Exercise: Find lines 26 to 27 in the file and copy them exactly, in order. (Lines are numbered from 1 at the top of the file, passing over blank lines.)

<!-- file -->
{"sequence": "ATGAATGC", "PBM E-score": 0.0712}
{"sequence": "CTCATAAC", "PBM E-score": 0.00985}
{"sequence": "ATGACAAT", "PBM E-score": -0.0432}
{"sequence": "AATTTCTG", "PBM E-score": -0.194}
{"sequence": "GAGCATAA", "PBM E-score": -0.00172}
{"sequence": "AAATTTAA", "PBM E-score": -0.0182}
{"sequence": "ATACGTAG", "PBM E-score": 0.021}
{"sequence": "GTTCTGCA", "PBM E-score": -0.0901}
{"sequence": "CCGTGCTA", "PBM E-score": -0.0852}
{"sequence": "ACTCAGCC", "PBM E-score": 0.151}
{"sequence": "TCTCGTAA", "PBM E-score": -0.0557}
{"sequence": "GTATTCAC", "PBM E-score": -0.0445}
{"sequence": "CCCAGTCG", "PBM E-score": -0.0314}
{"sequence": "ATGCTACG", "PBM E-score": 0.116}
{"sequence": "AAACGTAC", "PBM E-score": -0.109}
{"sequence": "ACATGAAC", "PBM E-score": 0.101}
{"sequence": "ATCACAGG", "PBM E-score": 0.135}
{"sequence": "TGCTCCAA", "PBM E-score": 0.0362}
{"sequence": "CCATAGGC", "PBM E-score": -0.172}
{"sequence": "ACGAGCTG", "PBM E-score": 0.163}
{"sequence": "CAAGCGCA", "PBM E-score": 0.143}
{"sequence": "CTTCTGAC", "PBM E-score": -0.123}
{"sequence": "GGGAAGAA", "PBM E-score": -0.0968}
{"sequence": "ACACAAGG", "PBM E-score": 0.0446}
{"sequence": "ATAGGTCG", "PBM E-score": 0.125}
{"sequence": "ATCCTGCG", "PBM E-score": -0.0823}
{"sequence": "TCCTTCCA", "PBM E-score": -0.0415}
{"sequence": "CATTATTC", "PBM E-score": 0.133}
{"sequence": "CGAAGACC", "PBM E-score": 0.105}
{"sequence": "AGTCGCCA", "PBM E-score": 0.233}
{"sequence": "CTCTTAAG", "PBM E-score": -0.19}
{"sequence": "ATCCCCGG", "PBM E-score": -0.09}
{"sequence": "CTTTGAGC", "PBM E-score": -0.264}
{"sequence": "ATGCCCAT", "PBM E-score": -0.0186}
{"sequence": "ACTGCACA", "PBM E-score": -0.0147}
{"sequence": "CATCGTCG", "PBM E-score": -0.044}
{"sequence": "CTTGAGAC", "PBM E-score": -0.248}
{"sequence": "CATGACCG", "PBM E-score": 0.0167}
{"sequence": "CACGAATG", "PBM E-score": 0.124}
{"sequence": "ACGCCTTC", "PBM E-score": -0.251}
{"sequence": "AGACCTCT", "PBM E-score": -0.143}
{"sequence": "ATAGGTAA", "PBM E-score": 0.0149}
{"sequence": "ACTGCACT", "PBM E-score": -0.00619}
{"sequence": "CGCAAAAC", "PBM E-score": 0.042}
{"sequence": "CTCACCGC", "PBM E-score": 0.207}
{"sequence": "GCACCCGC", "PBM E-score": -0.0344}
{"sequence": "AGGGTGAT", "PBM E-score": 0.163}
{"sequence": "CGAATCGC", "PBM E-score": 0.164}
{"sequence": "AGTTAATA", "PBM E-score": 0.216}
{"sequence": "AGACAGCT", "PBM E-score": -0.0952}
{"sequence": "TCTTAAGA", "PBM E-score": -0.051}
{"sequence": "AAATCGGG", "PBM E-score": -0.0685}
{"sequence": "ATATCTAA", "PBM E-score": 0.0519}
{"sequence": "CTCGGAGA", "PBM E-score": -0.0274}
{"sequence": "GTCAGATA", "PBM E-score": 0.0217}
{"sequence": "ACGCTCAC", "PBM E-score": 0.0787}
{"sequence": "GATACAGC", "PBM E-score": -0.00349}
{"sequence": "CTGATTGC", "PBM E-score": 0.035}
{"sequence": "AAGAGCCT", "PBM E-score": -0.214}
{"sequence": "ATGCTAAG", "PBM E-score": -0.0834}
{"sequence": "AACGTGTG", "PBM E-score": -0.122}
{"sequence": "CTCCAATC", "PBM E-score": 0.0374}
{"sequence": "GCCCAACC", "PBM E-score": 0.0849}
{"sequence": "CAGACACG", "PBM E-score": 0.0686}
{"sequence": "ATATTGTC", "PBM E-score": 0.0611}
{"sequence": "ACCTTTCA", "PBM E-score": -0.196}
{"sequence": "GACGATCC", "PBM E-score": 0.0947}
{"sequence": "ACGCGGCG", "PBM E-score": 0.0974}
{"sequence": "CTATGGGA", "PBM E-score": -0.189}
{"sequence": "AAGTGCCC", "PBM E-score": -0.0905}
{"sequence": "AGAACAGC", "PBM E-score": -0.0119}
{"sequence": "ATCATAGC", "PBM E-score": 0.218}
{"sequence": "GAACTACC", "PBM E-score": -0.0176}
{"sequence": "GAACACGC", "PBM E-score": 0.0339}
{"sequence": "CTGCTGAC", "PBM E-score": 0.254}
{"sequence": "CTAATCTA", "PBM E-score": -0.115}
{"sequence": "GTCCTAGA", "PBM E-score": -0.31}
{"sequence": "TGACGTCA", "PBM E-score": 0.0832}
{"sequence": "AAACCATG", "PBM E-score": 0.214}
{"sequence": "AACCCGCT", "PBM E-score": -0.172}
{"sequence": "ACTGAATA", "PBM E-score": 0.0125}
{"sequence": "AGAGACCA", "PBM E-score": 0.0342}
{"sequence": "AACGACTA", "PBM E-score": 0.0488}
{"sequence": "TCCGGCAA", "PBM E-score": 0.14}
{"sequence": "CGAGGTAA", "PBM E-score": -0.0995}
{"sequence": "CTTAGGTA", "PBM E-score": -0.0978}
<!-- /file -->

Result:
{"sequence": "ATCCTGCG", "PBM E-score": -0.0823}
{"sequence": "TCCTTCCA", "PBM E-score": -0.0415}